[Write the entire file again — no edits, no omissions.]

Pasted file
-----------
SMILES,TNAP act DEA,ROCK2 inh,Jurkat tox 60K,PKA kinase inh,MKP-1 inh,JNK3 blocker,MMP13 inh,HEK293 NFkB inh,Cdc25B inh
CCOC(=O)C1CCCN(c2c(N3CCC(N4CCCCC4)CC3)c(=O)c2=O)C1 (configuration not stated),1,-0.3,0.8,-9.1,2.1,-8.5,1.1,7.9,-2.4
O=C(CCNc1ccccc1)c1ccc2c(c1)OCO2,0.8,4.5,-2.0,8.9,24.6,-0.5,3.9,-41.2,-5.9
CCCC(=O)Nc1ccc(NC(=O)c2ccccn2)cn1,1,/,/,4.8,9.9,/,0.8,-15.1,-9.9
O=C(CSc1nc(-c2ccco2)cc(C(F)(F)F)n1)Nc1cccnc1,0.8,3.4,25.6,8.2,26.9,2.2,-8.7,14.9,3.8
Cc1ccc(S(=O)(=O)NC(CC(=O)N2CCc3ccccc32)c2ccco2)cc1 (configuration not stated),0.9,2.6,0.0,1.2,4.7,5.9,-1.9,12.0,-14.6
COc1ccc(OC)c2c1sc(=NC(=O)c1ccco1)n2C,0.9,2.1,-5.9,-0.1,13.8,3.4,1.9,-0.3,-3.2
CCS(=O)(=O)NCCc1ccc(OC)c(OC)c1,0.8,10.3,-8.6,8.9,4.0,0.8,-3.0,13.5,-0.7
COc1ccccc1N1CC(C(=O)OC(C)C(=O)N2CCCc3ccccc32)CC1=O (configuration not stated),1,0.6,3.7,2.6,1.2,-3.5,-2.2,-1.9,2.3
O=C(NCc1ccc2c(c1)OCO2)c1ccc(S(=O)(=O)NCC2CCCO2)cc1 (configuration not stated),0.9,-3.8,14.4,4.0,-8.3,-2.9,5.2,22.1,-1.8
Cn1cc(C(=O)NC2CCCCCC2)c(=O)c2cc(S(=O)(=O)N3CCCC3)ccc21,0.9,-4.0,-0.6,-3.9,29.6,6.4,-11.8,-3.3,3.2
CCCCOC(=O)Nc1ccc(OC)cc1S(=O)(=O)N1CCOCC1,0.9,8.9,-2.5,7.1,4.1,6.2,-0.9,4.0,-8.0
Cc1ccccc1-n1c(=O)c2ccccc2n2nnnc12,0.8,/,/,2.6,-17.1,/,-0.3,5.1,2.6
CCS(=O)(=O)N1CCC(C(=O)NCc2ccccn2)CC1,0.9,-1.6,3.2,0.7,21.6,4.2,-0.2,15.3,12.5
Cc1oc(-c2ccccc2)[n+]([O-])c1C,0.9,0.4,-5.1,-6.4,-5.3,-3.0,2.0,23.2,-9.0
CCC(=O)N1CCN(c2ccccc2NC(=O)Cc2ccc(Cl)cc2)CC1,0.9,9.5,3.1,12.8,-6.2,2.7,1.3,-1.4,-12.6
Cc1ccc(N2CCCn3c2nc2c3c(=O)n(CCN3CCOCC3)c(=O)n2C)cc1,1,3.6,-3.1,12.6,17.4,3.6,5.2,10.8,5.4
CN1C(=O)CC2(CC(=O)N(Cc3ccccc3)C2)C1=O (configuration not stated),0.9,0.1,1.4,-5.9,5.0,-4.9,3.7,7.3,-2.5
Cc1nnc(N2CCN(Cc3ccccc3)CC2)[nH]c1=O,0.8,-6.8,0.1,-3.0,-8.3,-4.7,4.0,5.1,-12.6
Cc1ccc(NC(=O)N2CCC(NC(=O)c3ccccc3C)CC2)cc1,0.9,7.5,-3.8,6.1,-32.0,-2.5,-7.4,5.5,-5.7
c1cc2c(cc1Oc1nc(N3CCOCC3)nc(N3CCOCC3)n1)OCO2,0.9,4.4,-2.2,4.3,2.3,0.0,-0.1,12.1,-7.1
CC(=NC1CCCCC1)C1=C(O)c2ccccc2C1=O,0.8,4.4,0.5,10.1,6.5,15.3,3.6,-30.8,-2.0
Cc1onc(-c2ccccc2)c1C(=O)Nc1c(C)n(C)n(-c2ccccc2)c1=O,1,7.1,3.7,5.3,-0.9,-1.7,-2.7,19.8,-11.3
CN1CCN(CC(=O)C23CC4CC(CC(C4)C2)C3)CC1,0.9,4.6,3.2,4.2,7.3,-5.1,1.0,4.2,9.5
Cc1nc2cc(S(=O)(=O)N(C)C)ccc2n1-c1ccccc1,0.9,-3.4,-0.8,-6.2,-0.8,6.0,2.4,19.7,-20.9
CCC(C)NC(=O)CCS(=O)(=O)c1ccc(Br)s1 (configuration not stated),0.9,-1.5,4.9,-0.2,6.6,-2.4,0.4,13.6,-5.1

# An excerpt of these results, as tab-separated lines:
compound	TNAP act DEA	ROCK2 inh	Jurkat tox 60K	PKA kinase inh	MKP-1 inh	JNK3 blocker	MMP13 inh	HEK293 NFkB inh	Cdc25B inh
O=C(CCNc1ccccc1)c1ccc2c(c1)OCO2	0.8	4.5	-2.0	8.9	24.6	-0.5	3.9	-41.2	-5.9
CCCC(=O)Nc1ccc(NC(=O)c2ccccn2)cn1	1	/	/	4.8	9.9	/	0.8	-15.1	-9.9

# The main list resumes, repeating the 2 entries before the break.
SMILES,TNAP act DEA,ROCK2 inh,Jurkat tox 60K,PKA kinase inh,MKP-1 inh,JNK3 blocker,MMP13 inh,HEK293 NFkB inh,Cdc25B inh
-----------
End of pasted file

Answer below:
SMILES,TNAP act DEA,ROCK2 inh,Jurkat tox 60K,PKA kinase inh,MKP-1 inh,JNK3 blocker,MMP13 inh,HEK293 NFkB inh,Cdc25B inh
CCOC(=O)C1CCCN(c2c(N3CCC(N4CCCCC4)CC3)c(=O)c2=O)C1 (configuration not stated),1,-0.3,0.8,-9.1,2.1,-8.5,1.1,7.9,-2.4
O=C(CCNc1ccccc1)c1ccc2c(c1)OCO2,0.8,4.5,-2.0,8.9,24.6,-0.5,3.9,-41.2,-5.9
CCCC(=O)Nc1ccc(NC(=O)c2ccccn2)cn1,1,/,/,4.8,9.9,/,0.8,-15.1,-9.9
O=C(CSc1nc(-c2ccco2)cc(C(F)(F)F)n1)Nc1cccnc1,0.8,3.4,25.6,8.2,26.9,2.2,-8.7,14.9,3.8
Cc1ccc(S(=O)(=O)NC(CC(=O)N2CCc3ccccc32)c2ccco2)cc1 (configuration not stated),0.9,2.6,0.0,1.2,4.7,5.9,-1.9,12.0,-14.6
COc1ccc(OC)c2c1sc(=NC(=O)c1ccco1)n2C,0.9,2.1,-5.9,-0.1,13.8,3.4,1.9,-0.3,-3.2
CCS(=O)(=O)NCCc1ccc(OC)c(OC)c1,0.8,10.3,-8.6,8.9,4.0,0.8,-3.0,13.5,-0.7
COc1ccccc1N1CC(C(=O)OC(C)C(=O)N2CCCc3ccccc32)CC1=O (configuration not stated),1,0.6,3.7,2.6,1.2,-3.5,-2.2,-1.9,2.3
O=C(NCc1ccc2c(c1)OCO2)c1ccc(S(=O)(=O)NCC2CCCO2)cc1 (configuration not stated),0.9,-3.8,14.4,4.0,-8.3,-2.9,5.2,22.1,-1.8
Cn1cc(C(=O)NC2CCCCCC2)c(=O)c2cc(S(=O)(=O)N3CCCC3)ccc21,0.9,-4.0,-0.6,-3.9,29.6,6.4,-11.8,-3.3,3.2
CCCCOC(=O)Nc1ccc(OC)cc1S(=O)(=O)N1CCOCC1,0.9,8.9,-2.5,7.1,4.1,6.2,-0.9,4.0,-8.0
Cc1ccccc1-n1c(=O)c2ccccc2n2nnnc12,0.8,/,/,2.6,-17.1,/,-0.3,5.1,2.6
CCS(=O)(=O)N1CCC(C(=O)NCc2ccccn2)CC1,0.9,-1.6,3.2,0.7,21.6,4.2,-0.2,15.3,12.5
Cc1oc(-c2ccccc2)[n+]([O-])c1C,0.9,0.4,-5.1,-6.4,-5.3,-3.0,2.0,23.2,-9.0
CCC(=O)N1CCN(c2ccccc2NC(=O)Cc2ccc(Cl)cc2)CC1,0.9,9.5,3.1,12.8,-6.2,2.7,1.3,-1.4,-12.6
Cc1ccc(N2CCCn3c2nc2c3c(=O)n(CCN3CCOCC3)c(=O)n2C)cc1,1,3.6,-3.1,12.6,17.4,3.6,5.2,10.8,5.4
CN1C(=O)CC2(CC(=O)N(Cc3ccccc3)C2)C1=O (configuration not stated),0.9,0.1,1.4,-5.9,5.0,-4.9,3.7,7.3,-2.5
Cc1nnc(N2CCN(Cc3ccccc3)CC2)[nH]c1=O,0.8,-6.8,0.1,-3.0,-8.3,-4.7,4.0,5.1,-12.6
Cc1ccc(NC(=O)N2CCC(NC(=O)c3ccccc3C)CC2)cc1,0.9,7.5,-3.8,6.1,-32.0,-2.5,-7.4,5.5,-5.7
c1cc2c(cc1Oc1nc(N3CCOCC3)nc(N3CCOCC3)n1)OCO2,0.9,4.4,-2.2,4.3,2.3,0.0,-0.1,12.1,-7.1
CC(=NC1CCCCC1)C1=C(O)c2ccccc2C1=O,0.8,4.4,0.5,10.1,6.5,15.3,3.6,-30.8,-2.0
Cc1onc(-c2ccccc2)c1C(=O)Nc1c(C)n(C)n(-c2ccccc2)c1=O,1,7.1,3.7,5.3,-0.9,-1.7,-2.7,19.8,-11.3
CN1CCN(CC(=O)C23CC4CC(CC(C4)C2)C3)CC1,0.9,4.6,3.2,4.2,7.3,-5.1,1.0,4.2,9.5
Cc1nc2cc(S(=O)(=O)N(C)C)ccc2n1-c1ccccc1,0.9,-3.4,-0.8,-6.2,-0.8,6.0,2.4,19.7,-20.9
CCC(C)NC(=O)CCS(=O)(=O)c1ccc(Br)s1 (configuration not stated),0.9,-1.5,4.9,-0.2,6.6,-2.4,0.4,13.6,-5.1

# An excerpt of these results, as tab-separated lines:
compound	TNAP act DEA	ROCK2 inh	Jurkat tox 60K	PKA kinase inh	MKP-1 inh	JNK3 blocker	MMP13 inh	HEK293 NFkB inh	Cdc25B inh
O=C(CCNc1ccccc1)c1ccc2c(c1)OCO2	0.8	4.5	-2.0	8.9	24.6	-0.5	3.9	-41.2	-5.9
CCCC(=O)Nc1ccc(NC(=O)c2ccccn2)cn1	1	/	/	4.8	9.9	/	0.8	-15.1	-9.9

# The main list resumes, repeating the 2 entries before the break.
SMILES,TNAP act DEA,ROCK2 inh,Jurkat tox 60K,PKA kinase inh,MKP-1 inh,JNK3 blocker,MMP13 inh,HEK293 NFkB inh,Cdc25B inh